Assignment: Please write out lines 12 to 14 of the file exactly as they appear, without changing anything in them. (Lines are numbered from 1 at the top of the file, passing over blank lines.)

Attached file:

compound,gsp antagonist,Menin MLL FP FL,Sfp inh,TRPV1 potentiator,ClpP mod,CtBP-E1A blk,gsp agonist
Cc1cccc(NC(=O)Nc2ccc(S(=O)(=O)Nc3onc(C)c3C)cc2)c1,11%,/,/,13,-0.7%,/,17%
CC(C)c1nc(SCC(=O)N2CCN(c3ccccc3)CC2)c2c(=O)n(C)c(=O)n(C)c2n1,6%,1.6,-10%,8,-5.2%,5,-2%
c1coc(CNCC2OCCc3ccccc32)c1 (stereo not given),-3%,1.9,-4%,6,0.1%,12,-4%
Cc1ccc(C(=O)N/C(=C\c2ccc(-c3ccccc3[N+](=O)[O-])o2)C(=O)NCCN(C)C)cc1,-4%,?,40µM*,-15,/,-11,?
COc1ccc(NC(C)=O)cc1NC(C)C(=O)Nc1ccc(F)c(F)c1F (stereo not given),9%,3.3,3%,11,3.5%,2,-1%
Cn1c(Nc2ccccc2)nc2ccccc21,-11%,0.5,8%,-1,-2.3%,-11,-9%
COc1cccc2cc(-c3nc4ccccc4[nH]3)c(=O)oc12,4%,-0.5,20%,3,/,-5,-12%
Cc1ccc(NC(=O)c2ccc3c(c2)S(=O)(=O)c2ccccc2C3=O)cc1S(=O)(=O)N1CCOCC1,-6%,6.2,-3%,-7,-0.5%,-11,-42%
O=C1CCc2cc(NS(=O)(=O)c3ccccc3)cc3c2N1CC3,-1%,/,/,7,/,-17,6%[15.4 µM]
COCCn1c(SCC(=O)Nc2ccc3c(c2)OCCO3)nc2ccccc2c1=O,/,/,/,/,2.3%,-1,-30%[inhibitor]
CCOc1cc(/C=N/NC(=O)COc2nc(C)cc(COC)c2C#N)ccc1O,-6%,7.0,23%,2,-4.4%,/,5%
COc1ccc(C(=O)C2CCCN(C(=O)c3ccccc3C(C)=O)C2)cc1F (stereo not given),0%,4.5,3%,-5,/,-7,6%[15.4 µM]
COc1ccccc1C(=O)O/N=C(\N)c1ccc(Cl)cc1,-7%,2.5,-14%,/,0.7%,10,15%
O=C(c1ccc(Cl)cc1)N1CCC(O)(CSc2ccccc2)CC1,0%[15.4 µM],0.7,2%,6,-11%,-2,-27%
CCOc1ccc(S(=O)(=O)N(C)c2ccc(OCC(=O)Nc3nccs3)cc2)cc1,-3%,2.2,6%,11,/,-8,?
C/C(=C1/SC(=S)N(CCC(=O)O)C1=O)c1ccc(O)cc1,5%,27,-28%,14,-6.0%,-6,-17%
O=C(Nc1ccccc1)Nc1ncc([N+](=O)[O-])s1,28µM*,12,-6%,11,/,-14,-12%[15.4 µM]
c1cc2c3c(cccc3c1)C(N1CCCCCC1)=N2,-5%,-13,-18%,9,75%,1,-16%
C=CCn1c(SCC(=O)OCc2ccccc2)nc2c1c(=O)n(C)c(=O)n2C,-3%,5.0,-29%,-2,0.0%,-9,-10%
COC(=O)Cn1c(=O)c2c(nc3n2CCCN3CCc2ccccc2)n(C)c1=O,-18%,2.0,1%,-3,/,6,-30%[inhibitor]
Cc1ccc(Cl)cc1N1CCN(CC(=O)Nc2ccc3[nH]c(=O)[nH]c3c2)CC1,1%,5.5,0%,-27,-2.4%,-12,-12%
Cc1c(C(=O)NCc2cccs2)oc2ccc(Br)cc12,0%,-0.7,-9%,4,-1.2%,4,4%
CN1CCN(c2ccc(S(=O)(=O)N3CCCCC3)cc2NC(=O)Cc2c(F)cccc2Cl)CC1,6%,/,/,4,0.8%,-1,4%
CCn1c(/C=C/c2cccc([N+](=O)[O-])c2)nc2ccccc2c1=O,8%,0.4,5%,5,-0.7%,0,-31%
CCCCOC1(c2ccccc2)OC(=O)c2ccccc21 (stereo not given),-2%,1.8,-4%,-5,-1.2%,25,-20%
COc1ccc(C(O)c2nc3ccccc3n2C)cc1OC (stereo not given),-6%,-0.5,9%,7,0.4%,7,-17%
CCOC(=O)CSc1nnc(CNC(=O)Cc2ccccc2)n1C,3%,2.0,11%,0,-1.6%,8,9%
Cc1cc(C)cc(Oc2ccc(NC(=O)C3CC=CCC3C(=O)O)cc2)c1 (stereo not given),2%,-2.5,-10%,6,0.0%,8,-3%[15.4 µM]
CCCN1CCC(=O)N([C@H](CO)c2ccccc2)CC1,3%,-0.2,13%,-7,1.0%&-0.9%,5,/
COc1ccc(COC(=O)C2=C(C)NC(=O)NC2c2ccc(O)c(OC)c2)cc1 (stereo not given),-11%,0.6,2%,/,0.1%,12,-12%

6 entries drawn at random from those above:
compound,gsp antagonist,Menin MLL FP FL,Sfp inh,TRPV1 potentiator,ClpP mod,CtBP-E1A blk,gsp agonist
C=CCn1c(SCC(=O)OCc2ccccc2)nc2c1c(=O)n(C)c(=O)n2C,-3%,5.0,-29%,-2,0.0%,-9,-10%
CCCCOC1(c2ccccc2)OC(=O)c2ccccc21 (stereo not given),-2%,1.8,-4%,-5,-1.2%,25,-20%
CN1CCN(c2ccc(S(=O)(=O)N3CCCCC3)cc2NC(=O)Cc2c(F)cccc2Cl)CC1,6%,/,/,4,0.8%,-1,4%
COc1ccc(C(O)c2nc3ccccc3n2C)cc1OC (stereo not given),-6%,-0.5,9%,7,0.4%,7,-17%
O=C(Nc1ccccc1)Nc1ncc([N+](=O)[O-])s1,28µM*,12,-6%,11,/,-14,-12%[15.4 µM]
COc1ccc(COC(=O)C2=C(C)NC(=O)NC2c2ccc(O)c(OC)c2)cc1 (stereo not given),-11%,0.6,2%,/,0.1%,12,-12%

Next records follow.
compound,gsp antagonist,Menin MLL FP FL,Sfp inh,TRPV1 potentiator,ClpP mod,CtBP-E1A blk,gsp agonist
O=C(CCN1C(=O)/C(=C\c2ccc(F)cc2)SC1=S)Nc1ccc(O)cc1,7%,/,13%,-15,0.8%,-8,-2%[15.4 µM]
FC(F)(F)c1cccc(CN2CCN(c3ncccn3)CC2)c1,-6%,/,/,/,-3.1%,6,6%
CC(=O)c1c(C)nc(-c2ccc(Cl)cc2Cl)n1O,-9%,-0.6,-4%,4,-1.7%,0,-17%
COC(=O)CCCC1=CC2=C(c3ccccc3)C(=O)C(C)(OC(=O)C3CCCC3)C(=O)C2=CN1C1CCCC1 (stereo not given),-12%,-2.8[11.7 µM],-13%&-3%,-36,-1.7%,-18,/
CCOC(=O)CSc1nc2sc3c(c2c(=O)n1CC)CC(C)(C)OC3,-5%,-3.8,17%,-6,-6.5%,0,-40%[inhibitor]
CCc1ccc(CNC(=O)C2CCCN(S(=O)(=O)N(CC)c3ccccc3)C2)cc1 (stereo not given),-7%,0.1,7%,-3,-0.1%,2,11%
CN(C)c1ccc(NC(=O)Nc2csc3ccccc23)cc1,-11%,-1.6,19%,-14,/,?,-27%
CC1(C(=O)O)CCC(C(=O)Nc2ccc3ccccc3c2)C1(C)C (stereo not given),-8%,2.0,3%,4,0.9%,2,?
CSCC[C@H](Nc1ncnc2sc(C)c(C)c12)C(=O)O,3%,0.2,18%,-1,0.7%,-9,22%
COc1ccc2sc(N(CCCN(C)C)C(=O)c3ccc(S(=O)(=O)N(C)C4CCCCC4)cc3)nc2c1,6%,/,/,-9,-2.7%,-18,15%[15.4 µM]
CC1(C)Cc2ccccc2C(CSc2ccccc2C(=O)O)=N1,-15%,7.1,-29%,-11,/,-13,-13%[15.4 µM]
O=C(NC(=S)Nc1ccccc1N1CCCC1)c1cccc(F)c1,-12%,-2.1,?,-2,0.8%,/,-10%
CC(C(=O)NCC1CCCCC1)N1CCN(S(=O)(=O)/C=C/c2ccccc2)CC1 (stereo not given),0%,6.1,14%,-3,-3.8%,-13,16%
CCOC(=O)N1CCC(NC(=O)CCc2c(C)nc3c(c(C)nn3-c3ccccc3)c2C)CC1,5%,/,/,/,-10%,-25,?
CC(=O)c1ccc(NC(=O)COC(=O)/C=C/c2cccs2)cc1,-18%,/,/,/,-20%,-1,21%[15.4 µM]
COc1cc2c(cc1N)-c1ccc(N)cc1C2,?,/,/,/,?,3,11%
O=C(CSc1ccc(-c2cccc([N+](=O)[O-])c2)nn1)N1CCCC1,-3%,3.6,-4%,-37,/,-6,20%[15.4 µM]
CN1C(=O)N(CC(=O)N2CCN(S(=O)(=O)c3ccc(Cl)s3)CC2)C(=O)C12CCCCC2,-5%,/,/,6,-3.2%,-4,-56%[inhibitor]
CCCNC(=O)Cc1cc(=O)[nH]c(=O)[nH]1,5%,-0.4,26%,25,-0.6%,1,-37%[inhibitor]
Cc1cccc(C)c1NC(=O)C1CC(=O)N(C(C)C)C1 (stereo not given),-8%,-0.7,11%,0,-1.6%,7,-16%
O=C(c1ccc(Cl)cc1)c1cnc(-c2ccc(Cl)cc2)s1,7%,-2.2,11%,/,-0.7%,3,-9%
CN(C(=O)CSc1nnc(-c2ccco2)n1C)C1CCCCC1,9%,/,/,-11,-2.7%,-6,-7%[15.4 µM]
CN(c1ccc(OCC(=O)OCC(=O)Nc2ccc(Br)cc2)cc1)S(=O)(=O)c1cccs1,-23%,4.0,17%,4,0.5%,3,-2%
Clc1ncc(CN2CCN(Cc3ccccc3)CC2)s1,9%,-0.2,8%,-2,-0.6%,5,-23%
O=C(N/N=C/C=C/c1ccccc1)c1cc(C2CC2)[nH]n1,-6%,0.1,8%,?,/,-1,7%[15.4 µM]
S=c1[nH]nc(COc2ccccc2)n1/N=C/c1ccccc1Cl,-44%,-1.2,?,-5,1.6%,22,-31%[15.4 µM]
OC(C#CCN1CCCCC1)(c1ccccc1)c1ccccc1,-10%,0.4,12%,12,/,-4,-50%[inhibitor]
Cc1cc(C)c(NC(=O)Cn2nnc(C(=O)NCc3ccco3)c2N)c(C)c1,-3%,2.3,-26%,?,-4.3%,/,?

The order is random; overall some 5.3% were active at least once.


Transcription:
CCOc1cc(/C=N/NC(=O)COc2nc(C)cc(COC)c2C#N)ccc1O,-6%,7.0,23%,2,-4.4%,/,5%
COc1ccc(C(=O)C2CCCN(C(=O)c3ccccc3C(C)=O)C2)cc1F (stereo not given),0%,4.5,3%,-5,/,-7,6%[15.4 µM]
COc1ccccc1C(=O)O/N=C(\N)c1ccc(Cl)cc1,-7%,2.5,-14%,/,0.7%,10,15%